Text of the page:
Sunday, May 27, 2018

Wildlife Conservation, USA

I did Owls for the previous O-post, and here we are with Owls again - how could I not post owls again with such a cover in hand?! :D

Will leave you guessing whose fault it is (though if you are a regular here, I am pretty sure that would be one easy guess :))

Few weeks ago I went bird-watching in our city park here but being it was a daytime activity, no owls were spotted of course but it was really cool nevertheless. And I do hope to have the chance to join one of those nocturnal expeditions and hang out with some owls as well :)

And back to the stamps now...on the right you can see the set of stamps issued on 26 August 1978, under the name Wildlife Conservation, featuring four different owls:

- The great grey owl (Strix nebulosa) is a very large owl, documented as the world's largest species of owl by length. It is distributed across the Northern Hemisphere, and it is the only species in the genus Strix found in both Eastern and Western Hemispheres. In some areas it is also called Phantom of the North, cinereous owl, spectral owl, Lapland owl, spruce owl, bearded owl, and sooty owl.

- The northern saw-whet owl (Aegolius acadicus) is a small owl native to North America.
Weighing from 54 to 151 g, with an average of around 80 g, they are one of the smallest owls in North America.

- The barred owl (Strix varia), also known as northern barred owl or hoot owl, is a true owl native to eastern North America but they have expanded their range to the west coast of the United States and Canada, where they are considered invasive. Mature forests are their preferred habitat, but they are also found in open woodland areas.

- The great horned owl (Bubo virginianus), also known as the tiger owl or the hoot owl, is a large owl native to the Americas. It is an extremely adaptable bird with a vast range and is the most widely distributed true owl in the Americas.
Its primary diet is rabbits and hares, rats and mice and voles, although it freely hunts any animal it can overtake, including rodents and other small mammals, larger mid-sized mammals, birds, reptiles, amphibians, and invertebrates

You know, I never imagine owls as birds which actually feed on anything bigger than a worm, let alone a rabbit...

From what I could see, for all these four owls, the conservation status falls into the Least Concerned category, which is very good.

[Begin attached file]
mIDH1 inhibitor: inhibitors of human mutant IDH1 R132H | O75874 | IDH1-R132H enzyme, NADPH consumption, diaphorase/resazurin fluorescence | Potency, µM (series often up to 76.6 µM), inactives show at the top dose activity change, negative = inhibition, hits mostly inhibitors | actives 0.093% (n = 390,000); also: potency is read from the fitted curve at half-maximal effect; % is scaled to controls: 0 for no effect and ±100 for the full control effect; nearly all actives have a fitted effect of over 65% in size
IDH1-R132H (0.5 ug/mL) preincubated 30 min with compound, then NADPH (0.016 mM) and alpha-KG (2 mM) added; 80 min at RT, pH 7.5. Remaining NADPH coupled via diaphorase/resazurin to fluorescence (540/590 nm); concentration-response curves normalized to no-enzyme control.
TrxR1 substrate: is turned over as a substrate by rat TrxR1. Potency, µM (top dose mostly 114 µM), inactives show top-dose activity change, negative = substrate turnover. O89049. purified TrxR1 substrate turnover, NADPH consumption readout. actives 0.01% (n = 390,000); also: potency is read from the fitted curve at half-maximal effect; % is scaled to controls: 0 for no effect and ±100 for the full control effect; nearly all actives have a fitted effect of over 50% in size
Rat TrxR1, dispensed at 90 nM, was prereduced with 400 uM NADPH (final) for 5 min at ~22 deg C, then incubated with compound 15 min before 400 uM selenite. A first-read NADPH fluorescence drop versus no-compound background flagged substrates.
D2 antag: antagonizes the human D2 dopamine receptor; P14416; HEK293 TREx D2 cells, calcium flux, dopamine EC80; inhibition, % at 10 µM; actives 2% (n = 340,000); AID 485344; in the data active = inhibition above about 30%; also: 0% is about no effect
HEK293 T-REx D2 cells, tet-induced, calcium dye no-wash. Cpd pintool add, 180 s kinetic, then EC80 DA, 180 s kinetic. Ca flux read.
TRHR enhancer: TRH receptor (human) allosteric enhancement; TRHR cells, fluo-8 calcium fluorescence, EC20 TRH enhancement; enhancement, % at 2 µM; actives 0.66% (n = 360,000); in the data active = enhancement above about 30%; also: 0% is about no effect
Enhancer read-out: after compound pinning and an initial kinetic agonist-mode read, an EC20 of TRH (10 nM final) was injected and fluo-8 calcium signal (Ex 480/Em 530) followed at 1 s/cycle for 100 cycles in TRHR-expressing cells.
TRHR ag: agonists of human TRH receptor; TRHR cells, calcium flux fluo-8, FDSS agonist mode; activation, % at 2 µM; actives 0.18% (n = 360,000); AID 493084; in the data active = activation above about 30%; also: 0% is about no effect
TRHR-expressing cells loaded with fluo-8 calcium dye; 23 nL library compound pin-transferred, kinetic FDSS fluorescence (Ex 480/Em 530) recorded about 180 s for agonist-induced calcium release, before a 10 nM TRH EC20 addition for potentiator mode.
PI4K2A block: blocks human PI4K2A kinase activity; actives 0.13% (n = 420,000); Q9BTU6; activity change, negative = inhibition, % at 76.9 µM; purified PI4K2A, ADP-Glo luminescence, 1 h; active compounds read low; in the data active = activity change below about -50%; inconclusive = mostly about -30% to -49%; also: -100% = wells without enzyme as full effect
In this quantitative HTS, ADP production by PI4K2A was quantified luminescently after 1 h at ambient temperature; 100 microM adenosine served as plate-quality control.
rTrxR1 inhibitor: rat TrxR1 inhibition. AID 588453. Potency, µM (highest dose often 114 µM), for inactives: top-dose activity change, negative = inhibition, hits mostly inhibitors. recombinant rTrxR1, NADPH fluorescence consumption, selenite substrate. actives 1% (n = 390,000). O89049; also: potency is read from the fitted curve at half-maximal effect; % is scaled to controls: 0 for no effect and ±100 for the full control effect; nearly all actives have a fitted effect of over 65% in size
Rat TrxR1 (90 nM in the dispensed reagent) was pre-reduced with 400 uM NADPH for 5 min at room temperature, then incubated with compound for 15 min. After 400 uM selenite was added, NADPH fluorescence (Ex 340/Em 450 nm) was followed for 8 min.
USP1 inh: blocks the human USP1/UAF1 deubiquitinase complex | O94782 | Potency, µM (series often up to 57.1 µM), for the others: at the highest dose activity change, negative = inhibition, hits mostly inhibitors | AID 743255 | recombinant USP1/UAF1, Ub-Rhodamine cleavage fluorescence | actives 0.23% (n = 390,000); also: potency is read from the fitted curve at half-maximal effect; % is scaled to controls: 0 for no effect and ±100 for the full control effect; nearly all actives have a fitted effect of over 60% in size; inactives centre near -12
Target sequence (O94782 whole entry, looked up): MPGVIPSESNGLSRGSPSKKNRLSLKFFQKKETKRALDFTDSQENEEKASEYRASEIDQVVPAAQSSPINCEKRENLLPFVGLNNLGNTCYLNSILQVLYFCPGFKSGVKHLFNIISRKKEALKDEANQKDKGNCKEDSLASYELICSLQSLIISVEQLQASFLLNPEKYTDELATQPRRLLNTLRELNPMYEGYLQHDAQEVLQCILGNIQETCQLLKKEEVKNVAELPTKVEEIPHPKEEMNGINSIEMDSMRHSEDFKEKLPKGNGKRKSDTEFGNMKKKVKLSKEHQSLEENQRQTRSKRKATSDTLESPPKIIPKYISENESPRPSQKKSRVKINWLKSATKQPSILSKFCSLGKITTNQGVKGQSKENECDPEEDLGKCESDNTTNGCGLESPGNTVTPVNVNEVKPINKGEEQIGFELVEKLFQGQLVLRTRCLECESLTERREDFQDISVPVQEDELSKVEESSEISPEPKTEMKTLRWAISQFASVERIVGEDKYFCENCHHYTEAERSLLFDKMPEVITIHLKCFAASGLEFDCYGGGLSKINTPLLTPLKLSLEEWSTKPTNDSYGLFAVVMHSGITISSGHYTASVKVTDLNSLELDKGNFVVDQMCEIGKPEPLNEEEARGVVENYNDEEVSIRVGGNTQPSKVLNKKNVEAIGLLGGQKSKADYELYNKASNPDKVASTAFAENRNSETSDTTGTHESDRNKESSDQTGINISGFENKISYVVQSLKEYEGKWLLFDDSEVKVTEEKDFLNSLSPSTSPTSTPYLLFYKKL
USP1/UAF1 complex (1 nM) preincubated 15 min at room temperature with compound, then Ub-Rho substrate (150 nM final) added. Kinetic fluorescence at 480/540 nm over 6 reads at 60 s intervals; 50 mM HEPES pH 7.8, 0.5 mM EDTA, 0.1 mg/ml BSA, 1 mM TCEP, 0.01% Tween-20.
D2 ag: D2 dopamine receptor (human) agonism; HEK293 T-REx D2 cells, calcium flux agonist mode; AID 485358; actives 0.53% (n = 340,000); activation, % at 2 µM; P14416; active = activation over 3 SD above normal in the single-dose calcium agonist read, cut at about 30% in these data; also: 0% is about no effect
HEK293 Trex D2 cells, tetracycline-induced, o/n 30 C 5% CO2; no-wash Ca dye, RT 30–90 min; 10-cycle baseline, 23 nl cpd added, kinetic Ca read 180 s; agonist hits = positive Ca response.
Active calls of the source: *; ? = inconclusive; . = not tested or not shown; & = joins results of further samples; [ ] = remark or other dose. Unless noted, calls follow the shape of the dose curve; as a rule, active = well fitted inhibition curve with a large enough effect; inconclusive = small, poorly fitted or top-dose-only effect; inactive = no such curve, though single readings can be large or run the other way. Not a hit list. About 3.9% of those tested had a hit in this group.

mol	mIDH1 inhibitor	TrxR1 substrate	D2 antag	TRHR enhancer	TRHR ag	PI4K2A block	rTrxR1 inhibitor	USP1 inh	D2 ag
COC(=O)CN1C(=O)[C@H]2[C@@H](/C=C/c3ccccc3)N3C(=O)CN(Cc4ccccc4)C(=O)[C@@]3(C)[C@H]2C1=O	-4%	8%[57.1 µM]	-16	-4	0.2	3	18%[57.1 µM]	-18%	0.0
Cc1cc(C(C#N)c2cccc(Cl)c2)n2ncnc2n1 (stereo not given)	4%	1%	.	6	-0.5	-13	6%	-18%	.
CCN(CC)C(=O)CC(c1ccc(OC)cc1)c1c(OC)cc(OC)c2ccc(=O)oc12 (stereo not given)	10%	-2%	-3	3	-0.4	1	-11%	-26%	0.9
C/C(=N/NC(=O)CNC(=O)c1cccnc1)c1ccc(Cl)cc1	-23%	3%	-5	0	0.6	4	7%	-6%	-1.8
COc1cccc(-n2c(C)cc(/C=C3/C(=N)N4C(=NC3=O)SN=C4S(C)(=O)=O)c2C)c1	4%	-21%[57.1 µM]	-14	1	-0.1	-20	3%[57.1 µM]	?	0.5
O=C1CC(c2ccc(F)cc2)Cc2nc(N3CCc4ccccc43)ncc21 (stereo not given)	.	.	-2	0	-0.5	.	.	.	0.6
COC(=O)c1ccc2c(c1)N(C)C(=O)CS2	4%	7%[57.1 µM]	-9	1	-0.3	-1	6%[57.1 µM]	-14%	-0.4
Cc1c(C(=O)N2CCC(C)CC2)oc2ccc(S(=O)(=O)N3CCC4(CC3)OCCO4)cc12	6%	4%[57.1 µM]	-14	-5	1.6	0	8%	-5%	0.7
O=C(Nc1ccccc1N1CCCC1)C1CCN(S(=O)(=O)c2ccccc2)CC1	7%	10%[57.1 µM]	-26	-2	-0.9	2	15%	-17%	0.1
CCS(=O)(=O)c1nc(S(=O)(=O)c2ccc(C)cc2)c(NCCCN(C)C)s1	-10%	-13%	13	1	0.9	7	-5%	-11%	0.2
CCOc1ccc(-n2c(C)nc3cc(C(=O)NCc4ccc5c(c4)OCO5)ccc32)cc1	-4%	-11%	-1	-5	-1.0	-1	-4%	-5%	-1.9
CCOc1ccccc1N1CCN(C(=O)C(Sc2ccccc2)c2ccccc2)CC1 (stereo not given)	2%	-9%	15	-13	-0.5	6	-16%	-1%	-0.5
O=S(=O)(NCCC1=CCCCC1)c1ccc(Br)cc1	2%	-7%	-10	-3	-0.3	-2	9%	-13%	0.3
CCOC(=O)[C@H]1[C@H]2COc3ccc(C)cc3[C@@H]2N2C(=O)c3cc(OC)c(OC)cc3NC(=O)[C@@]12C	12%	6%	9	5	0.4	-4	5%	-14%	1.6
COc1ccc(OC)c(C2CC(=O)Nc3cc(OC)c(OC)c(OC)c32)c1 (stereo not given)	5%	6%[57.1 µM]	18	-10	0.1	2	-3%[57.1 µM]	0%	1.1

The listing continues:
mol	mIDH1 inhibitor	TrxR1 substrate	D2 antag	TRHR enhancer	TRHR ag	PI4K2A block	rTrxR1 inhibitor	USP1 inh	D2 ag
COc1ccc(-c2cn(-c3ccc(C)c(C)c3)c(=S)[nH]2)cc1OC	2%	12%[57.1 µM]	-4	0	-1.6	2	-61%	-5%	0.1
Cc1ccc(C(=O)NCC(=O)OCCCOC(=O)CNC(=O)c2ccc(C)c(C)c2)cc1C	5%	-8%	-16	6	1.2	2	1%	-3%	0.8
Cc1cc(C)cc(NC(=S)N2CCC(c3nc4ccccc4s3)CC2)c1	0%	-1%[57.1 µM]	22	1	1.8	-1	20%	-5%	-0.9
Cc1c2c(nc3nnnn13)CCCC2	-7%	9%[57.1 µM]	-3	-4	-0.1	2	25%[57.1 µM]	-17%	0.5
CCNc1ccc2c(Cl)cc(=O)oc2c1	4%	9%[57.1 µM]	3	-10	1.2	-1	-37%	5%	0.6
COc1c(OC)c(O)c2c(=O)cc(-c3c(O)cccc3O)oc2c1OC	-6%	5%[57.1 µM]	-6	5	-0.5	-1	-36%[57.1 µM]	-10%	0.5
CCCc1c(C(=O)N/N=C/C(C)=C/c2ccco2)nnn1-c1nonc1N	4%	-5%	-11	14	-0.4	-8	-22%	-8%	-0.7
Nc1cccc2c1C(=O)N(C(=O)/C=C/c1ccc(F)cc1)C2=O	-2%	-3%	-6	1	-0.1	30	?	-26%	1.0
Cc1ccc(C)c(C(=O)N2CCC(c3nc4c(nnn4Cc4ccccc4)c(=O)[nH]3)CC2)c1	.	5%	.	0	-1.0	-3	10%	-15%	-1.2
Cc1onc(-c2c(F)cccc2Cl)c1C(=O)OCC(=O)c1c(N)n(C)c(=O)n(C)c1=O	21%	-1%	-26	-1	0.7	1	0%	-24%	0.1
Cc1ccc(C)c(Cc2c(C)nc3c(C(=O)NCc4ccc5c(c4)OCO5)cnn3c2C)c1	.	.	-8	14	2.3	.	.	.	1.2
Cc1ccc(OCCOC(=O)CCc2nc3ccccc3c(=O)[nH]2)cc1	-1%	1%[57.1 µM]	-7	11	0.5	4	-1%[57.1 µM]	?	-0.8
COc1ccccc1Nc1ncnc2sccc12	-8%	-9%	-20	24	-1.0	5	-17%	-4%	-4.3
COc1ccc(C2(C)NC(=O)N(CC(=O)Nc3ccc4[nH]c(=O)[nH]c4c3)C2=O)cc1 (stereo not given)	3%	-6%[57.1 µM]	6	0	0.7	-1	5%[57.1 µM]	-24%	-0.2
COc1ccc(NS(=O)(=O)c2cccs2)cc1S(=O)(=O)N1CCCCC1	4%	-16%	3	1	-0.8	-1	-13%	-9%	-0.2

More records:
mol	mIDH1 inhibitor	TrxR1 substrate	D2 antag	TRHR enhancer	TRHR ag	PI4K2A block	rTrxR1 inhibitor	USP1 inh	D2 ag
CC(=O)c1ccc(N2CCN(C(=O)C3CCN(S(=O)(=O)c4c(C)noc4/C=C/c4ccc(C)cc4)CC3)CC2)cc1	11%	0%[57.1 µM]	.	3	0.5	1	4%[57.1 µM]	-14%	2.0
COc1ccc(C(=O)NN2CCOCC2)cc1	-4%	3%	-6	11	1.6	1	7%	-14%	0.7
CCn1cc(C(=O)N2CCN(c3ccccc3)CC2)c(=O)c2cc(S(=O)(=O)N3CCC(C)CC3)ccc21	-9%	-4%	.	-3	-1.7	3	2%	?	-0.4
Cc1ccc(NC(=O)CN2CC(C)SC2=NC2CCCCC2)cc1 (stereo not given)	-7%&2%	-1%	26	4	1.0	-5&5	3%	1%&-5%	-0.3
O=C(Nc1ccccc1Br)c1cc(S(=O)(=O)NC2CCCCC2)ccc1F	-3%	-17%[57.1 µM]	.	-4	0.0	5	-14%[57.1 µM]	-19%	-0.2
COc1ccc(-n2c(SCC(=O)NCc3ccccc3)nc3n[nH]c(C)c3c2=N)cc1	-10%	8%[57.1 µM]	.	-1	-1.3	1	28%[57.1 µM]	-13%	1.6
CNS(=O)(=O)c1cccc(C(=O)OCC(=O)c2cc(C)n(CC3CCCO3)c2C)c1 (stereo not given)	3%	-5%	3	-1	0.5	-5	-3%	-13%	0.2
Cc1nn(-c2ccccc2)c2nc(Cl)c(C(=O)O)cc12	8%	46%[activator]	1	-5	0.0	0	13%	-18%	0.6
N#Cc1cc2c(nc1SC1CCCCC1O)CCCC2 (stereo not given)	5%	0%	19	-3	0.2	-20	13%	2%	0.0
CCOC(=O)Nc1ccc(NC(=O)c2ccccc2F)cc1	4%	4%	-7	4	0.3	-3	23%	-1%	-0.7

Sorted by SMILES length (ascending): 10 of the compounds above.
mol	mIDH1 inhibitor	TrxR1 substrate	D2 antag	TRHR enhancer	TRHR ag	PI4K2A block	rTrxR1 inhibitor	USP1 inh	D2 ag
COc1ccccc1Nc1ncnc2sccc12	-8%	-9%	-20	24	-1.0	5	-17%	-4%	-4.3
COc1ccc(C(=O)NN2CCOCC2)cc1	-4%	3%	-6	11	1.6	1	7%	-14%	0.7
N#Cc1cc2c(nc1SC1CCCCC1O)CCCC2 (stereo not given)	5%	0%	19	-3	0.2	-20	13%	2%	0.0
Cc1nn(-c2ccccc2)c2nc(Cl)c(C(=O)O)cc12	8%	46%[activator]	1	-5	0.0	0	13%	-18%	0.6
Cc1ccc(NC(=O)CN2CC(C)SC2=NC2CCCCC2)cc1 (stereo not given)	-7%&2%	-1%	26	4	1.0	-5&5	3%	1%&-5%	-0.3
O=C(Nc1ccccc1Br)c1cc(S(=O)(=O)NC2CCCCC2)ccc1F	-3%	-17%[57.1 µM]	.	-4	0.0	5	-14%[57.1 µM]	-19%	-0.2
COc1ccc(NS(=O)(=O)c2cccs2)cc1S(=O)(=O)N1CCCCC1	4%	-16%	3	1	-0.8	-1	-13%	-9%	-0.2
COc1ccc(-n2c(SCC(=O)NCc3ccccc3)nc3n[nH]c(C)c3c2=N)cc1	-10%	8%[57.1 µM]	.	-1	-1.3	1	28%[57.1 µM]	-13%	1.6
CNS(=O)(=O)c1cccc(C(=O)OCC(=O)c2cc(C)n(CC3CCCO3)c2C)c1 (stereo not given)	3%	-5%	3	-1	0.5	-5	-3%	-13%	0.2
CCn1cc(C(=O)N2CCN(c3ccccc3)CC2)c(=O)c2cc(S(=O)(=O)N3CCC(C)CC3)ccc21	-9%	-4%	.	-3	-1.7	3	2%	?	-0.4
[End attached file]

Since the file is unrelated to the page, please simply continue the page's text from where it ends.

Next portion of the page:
Now, on the left side, you can also see another owl stamp, this one coming from the 2001 issue, Nature of America, which itself is stunning! The owl featured here is the burrowing owl (Athene cunicularia) which is a small, long-legged owl found throughout open landscapes of North and South America. Unlike most owls, burrowing owls are often active during the day, although they tend to avoid the midday heat.

And even though is not an owl, I do have to mention the Old Glory stamp from 1994, which is another O for today - this flag stamp was issued in a set of 6, with a variety of the letter G - the red “G” on the stamp indicates it was printed by Stamp Venturers.
 The United States Postal Service started selling the G rate stamps on December 13, 1994. This series was produced by more printers and in formats than any previous rate change stamps.
The reason this Non-Denominated booklet stamp was issued because of a postal rate change that was scheduled to take effect on January 1, 1995 - I guess the US residents would be more familiar with this than me.

Now last but not least, what makes this cover so special, is the cancellation - this cover was posted in Owl's Head - a small town in Maine, with a population of 1580. I just guess the person cancelling it was feeling kinda anxious at the moment and cancelled this left and right :D But way better than just crossing it out with a pen - that one makes my teeth cringe!

I have one or two more treats of this kind, so just keep on following the Sunday Stamps and will share them with you when the time comes :)

In the meantime, check out today's edition of Sunday Stamps!

I rarely do scheduled posts, so hopefully this one will come out just right :)

Sunday, May 20, 2018